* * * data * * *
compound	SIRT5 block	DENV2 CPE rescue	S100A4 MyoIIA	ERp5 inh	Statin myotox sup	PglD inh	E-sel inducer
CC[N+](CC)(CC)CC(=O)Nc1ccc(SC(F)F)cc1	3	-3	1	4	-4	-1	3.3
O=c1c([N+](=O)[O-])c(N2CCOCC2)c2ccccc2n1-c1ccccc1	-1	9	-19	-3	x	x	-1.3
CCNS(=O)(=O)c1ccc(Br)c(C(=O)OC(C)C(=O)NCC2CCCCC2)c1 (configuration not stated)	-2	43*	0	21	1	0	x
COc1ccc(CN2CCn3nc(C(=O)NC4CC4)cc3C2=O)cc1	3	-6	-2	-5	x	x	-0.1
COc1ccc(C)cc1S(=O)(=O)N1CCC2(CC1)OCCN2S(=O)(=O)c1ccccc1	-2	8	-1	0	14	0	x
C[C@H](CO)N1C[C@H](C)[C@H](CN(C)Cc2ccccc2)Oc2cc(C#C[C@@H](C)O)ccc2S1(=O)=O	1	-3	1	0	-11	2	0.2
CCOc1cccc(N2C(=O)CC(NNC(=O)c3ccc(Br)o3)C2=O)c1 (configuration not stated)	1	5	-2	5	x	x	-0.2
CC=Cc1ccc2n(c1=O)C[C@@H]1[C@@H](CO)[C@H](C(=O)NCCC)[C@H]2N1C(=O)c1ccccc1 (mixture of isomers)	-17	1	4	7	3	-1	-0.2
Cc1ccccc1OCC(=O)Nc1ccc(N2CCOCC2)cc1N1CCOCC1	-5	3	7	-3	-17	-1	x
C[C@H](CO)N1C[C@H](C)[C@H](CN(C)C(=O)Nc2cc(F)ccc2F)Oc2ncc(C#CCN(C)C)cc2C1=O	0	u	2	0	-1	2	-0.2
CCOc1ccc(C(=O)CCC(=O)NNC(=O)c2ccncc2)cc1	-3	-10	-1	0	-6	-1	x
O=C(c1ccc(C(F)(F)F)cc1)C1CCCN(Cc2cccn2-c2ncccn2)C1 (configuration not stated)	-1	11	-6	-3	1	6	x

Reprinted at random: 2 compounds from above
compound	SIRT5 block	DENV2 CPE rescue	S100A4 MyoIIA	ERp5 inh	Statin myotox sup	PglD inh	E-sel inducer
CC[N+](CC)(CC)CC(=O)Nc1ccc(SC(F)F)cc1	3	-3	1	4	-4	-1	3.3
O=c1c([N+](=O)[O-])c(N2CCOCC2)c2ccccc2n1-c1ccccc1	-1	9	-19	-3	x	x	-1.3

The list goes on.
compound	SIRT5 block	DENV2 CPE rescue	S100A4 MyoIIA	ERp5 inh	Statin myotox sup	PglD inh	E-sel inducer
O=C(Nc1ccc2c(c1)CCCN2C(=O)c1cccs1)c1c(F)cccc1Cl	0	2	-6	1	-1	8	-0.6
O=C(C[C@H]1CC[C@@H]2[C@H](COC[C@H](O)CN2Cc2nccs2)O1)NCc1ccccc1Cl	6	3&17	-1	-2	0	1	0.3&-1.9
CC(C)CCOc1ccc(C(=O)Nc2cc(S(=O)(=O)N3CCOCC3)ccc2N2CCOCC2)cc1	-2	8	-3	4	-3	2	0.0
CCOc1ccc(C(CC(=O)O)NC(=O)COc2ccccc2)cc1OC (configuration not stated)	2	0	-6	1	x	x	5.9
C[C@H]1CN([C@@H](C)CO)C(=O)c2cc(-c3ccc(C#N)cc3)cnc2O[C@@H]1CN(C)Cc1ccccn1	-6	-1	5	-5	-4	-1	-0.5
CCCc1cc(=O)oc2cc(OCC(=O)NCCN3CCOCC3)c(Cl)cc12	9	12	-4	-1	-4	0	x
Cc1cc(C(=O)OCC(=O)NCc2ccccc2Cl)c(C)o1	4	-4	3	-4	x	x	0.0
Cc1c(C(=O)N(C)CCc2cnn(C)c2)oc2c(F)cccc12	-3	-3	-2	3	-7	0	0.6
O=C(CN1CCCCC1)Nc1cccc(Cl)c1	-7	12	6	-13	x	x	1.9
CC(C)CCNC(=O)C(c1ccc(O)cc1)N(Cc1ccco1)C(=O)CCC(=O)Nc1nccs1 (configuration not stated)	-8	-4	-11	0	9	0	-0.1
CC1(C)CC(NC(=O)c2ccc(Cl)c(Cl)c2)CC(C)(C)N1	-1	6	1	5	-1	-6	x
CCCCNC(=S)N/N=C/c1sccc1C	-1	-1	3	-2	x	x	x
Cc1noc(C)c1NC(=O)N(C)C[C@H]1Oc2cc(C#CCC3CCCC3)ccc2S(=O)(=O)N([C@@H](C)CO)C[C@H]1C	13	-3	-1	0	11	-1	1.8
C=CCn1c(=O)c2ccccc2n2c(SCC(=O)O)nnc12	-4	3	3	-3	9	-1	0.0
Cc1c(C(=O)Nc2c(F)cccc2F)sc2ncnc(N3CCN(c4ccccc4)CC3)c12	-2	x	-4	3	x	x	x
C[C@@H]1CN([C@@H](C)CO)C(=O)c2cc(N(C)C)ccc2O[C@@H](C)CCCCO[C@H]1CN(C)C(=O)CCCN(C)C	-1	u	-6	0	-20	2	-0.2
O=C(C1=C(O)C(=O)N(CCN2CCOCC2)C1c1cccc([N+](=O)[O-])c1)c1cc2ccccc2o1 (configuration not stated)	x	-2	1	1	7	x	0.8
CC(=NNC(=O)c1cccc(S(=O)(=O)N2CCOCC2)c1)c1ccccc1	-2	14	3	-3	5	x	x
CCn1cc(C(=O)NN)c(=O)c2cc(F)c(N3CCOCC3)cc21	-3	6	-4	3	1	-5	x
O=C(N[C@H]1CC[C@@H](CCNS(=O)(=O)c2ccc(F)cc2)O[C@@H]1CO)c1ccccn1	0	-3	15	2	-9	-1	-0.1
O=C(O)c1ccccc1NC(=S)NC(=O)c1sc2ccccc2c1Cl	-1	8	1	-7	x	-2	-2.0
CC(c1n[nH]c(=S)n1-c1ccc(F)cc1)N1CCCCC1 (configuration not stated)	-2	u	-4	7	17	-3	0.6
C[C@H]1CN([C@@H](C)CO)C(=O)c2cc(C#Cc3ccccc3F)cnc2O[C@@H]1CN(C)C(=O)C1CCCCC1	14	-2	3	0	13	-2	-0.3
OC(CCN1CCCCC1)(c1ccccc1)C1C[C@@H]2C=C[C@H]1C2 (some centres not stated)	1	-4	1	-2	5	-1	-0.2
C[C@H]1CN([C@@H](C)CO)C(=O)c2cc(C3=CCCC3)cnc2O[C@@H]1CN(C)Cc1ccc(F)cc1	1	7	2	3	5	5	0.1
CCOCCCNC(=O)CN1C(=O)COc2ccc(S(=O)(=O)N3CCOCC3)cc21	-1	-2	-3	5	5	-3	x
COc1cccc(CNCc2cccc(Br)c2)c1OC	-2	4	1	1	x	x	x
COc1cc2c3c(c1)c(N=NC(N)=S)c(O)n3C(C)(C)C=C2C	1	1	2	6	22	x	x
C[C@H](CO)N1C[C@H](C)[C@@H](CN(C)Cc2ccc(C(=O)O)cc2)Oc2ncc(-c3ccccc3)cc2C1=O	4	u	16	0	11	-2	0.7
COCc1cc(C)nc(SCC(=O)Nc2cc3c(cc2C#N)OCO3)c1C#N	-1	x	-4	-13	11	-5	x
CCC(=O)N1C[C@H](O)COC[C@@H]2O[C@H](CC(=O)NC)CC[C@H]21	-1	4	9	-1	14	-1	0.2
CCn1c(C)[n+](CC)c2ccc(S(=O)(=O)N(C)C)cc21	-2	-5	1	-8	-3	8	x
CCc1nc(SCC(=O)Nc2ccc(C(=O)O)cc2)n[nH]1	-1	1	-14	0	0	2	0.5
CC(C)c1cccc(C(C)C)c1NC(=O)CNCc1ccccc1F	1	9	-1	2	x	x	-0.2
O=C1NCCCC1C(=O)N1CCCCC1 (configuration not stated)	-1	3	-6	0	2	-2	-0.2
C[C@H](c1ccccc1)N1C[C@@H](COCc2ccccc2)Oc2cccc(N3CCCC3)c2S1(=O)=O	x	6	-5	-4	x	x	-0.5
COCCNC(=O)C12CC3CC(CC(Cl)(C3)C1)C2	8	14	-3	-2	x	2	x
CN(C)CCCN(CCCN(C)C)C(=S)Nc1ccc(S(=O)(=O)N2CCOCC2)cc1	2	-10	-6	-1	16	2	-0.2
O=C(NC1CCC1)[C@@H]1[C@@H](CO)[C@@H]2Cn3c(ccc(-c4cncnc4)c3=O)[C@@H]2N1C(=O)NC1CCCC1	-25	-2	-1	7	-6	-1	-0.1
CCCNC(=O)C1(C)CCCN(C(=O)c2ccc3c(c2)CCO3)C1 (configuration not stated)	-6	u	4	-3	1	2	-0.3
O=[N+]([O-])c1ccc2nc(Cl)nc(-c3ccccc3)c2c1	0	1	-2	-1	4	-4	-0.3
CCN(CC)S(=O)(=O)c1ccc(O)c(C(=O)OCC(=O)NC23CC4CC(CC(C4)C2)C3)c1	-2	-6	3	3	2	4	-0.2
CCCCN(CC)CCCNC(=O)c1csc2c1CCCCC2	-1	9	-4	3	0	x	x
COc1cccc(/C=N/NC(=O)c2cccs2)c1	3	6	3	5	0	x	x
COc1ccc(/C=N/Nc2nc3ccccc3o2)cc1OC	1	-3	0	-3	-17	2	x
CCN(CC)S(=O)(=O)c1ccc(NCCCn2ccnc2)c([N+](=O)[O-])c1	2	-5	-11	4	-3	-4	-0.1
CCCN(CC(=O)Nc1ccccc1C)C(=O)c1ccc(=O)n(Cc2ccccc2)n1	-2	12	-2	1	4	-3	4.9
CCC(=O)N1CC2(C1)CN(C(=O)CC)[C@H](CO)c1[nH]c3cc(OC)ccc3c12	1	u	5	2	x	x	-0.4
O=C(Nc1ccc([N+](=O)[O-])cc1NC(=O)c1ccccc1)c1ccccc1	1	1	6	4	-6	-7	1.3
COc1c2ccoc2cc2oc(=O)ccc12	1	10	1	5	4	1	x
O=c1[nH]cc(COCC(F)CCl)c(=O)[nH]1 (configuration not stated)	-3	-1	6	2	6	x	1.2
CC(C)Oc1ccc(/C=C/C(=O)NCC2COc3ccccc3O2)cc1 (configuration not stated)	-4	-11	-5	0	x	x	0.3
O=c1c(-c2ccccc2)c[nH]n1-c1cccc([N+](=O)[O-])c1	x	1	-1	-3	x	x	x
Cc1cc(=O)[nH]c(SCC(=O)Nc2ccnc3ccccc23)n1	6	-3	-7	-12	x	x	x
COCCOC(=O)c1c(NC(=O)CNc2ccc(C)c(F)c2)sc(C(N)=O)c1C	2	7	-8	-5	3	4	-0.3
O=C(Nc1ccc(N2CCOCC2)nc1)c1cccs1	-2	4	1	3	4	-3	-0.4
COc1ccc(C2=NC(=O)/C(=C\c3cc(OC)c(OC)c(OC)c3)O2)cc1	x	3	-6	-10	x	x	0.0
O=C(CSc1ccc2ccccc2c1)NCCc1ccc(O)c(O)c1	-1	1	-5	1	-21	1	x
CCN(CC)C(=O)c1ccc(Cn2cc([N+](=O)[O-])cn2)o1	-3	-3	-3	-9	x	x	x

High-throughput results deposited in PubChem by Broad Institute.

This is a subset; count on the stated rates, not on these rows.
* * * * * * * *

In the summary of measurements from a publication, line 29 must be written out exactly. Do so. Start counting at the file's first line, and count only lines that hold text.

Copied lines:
CC(C)CCNC(=O)C(c1ccc(O)cc1)N(Cc1ccco1)C(=O)CCC(=O)Nc1nccs1 (configuration not stated)	-8	-4	-11	0	9	0	-0.1